After Six Months of Non-Violent Struggle, Farmers in India Should Move Towards Agro-Ecology and Broader Unity

Farmers Protest2
BKU(Ugrhan) burning Modi effigy at Tikri border

On May 26 farmers in India observed the completion of six months of their protest dharna (sit-in) at Delhi borders. This was observed as a protest day against the union ( central) government, symbolized by waving of black flags, as the government has all through refused to accept their main demand of taking back three highly controversial farm laws of year 2020. These laws, the protesting farmers have said, move farming in India rapidly towards corporate control while moving away from a system of independent farmers supported by government purchase of farm produce at a fair price. The existing system, they argue further, has enabled India to produce plenty of staple grain (wheat and rice), leaving enough for subsidized public distribution (PDS) as well as nutrition schemes.

These arguments of farmers have received support from a wide section of activists, workers, scholars and most opposition parties. This support is the widest in the so-called green revolution (G.R.) belt of North-West  India including Punjab, Haryana and Western Utter Pradesh, fertile areas which received special support of the union government to promote them as granaries of the country by concentrating technology based on abundant irrigation , chemical fertilizers, pesticides and exotic seeds here. From here the protests have travelled to many other parts of the country including Haryana , Madhya Pradesh, Rajasthan, W.Bengal etc. but the protests remain the strongest in this belt of North-West India ,which is also  very influential in political terms.

The protest has been peaceful, strong and resilient, refusing to vacate ground in the face of repression, threats and adverse weather conditions. A significant number of farmers, now called martyrs, have died in the various strenuous activities relating to the movement in conditions of often adverse weather and an ongoing pandemic. In fact if one looks at not just the protest sit-in at the Delhi borders but the various scattered but  strong protests which preceded it, then the protests have completed around 10 months or more. In the process, several wider problems of the farmers have also been highlighted and their issues have come more to the centre-stage.

Most farmers in India are small farmers and traditionally their problems related to low incomes and small resource base, the resulting resort to debts taken at exploitative high rates, a cycle of interest payments and debt resulting in mortgage of crops and eventually land in many cases. The response of the government, supported to the extent of even being pushed rather heavily by several important western aid agencies, has been to promote higher yields based on heavy doses of chemical fertilizers and pesticides used on exotic seeds. But this also brought ecological ruin and adversely affected natural fertility based on organic content of soil, also destroying earthworms, other soil  organisms  and natural pollinators like bees and butterflies on a massive scale, while also hugely increasing repeated expenditure of small, low-resources farmers on expensive external inputs. At the same time as the new technology came, farmers took, or in fact were cajoled to take, new loans for tractors and other farm machinery. While debts of farmers increased hugely, the farm-related businesses of big industrialists increased as never before. Some of the subsidies meant for farmers were in fact given to agribusiness interests.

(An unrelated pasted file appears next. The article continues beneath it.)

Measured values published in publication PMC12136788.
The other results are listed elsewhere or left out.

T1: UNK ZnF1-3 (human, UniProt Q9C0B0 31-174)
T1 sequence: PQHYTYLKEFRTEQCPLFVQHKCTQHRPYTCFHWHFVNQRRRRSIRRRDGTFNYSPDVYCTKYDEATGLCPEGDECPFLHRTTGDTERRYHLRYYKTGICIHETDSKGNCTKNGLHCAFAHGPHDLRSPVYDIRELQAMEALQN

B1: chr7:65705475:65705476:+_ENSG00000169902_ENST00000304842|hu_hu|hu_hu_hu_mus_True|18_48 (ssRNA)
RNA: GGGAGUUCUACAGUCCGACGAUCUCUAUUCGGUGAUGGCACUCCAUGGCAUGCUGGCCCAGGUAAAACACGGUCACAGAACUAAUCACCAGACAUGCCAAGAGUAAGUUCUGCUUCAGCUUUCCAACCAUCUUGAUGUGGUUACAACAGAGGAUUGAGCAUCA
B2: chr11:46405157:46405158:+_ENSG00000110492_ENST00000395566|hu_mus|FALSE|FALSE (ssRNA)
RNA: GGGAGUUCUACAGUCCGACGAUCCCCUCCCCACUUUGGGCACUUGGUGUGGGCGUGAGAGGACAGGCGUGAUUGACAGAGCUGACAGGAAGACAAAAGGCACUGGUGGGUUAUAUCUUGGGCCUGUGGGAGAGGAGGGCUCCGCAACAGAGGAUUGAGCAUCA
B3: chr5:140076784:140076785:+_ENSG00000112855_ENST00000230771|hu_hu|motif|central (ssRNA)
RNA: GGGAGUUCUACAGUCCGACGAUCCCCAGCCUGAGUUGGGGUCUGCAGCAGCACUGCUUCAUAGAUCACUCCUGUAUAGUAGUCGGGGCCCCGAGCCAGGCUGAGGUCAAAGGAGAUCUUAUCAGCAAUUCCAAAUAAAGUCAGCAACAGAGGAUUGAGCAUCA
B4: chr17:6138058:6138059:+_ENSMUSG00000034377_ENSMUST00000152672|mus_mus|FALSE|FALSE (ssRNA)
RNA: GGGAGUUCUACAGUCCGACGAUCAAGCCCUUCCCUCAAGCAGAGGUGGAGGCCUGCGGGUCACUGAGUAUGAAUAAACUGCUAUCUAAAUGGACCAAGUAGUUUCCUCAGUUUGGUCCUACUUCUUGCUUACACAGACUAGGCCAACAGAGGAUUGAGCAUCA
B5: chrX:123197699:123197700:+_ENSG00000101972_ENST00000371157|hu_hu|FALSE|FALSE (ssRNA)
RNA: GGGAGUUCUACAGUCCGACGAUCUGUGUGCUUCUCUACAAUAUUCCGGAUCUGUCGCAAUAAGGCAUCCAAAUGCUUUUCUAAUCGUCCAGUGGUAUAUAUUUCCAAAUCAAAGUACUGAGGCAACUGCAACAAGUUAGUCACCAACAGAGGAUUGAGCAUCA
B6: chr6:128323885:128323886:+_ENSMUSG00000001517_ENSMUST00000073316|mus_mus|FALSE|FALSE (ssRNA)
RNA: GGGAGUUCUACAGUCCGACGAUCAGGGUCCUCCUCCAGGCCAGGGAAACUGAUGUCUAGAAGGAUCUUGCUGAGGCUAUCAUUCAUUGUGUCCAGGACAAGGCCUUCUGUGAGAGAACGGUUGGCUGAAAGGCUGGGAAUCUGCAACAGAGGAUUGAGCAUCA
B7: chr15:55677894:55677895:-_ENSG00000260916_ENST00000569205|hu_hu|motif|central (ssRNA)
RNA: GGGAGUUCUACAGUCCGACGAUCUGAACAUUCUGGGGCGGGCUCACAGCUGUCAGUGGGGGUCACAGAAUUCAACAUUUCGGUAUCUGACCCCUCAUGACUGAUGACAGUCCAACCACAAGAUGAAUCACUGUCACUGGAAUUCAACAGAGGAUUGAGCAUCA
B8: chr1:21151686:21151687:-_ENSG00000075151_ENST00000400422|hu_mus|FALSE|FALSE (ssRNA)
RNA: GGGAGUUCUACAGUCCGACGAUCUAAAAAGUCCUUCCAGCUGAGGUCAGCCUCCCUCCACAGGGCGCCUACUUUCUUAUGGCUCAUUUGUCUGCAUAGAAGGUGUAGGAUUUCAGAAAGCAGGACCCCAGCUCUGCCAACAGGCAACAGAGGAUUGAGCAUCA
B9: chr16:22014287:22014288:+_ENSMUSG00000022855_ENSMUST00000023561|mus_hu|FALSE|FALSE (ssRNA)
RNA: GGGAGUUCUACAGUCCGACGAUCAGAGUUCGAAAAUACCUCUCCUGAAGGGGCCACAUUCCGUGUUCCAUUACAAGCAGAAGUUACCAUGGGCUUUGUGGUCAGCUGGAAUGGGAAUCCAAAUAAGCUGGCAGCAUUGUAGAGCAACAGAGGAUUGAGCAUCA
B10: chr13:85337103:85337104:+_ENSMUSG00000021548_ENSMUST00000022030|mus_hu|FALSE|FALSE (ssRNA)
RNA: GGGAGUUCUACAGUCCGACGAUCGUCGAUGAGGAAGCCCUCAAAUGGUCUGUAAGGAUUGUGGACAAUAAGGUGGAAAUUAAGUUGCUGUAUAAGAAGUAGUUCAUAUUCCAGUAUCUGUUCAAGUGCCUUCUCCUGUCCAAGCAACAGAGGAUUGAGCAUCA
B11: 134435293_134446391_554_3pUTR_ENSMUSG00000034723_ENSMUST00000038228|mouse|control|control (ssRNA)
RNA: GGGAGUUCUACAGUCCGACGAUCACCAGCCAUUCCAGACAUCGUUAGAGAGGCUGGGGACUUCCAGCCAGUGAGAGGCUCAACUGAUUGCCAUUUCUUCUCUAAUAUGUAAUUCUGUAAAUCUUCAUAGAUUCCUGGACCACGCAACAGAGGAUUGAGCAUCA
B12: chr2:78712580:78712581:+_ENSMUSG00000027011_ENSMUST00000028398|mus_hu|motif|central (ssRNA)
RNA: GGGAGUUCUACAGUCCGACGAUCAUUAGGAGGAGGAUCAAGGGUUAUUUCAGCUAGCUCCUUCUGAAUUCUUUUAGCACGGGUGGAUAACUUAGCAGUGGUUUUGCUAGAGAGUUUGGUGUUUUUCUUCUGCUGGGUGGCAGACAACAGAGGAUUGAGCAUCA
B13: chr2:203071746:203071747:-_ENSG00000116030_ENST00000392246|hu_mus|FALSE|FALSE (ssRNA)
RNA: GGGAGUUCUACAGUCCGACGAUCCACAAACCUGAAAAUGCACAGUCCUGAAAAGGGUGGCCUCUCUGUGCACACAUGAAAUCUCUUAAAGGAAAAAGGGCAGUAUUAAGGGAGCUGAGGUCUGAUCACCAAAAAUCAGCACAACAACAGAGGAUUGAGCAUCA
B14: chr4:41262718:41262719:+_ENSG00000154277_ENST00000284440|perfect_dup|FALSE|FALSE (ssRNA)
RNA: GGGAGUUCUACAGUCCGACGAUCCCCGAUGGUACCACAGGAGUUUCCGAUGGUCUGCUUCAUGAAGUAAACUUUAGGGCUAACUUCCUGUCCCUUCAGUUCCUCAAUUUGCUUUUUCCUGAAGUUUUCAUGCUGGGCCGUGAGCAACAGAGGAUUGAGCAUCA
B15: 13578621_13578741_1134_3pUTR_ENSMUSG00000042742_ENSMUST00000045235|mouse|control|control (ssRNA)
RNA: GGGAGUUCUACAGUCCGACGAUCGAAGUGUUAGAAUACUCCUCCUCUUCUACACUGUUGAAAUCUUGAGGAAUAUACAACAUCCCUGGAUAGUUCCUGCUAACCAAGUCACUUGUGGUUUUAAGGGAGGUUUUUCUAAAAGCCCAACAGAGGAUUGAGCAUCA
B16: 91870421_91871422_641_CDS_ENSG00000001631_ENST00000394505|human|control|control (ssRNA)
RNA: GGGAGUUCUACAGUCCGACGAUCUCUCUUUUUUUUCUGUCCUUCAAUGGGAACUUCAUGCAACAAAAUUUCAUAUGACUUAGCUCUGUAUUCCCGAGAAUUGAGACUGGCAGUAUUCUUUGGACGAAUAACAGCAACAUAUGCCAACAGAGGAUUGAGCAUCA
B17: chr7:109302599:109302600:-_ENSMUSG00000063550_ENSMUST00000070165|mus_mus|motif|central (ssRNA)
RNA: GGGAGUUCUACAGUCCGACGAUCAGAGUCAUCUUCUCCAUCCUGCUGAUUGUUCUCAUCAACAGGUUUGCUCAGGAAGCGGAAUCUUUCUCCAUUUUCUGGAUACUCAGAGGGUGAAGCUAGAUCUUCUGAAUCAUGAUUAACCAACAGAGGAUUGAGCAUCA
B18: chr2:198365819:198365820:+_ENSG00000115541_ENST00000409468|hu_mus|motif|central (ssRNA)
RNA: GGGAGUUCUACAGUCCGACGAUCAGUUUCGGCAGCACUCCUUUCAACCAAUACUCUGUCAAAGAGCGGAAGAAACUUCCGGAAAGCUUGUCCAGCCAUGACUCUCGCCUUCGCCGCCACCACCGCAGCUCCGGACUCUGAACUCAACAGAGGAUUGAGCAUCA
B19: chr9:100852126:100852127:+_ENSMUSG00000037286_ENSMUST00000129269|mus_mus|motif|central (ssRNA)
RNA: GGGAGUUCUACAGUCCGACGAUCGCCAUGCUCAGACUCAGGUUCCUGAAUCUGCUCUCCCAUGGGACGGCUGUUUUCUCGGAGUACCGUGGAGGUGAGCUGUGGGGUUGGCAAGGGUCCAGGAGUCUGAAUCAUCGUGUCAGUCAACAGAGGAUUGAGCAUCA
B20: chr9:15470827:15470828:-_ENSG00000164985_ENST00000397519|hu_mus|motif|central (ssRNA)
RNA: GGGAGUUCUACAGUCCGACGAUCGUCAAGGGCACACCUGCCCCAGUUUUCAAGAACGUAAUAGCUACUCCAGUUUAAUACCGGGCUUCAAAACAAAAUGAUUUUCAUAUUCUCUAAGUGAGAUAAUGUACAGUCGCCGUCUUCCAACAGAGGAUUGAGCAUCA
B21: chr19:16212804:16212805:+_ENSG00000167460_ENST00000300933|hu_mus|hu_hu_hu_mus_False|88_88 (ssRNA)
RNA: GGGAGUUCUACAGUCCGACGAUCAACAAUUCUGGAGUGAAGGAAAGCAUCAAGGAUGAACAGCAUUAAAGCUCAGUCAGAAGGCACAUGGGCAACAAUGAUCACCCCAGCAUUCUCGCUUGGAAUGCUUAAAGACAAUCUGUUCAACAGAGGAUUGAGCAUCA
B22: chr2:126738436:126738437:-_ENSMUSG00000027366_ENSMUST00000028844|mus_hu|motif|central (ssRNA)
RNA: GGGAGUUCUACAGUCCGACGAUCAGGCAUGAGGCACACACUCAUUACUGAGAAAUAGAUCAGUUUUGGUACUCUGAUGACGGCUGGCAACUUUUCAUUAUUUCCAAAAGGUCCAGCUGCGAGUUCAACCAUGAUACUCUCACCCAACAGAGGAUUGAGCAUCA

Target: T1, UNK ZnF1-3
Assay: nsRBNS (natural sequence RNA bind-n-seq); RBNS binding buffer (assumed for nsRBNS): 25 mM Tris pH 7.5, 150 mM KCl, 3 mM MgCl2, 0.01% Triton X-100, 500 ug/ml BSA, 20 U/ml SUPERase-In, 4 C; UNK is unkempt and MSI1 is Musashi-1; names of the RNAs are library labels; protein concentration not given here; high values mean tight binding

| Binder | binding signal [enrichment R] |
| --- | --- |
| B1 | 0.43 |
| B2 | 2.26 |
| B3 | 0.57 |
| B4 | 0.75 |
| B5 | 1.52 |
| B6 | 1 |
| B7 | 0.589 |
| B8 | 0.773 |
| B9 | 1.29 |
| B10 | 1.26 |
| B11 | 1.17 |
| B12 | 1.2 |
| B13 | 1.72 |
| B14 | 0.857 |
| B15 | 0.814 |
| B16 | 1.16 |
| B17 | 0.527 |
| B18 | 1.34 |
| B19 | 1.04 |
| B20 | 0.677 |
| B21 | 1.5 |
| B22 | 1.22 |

As debts of farmers increased, the more distressed among them lost their land and status as independent farmers, instead becoming tenants or farm workers, or pushed more towards migrant work. Comparison of census data reveals that farmers have been losing their land at the rate of 100 farmers becoming landless per hour. Today India’s villages on the whole are likely to have more landless ( or almost landless) households compared to land-owning farmer households. This sorry situation has been aggravated by the government increasingly giving more attention to finding land for corporate interests, while going back on its commitments of providing land to landless peasants, which was a fairly strong commitment for the first three decades after independence and had also led to a non-violent campaign by Gandhian activists for obtaining voluntary gifts of land ( bhoodan) for the landless.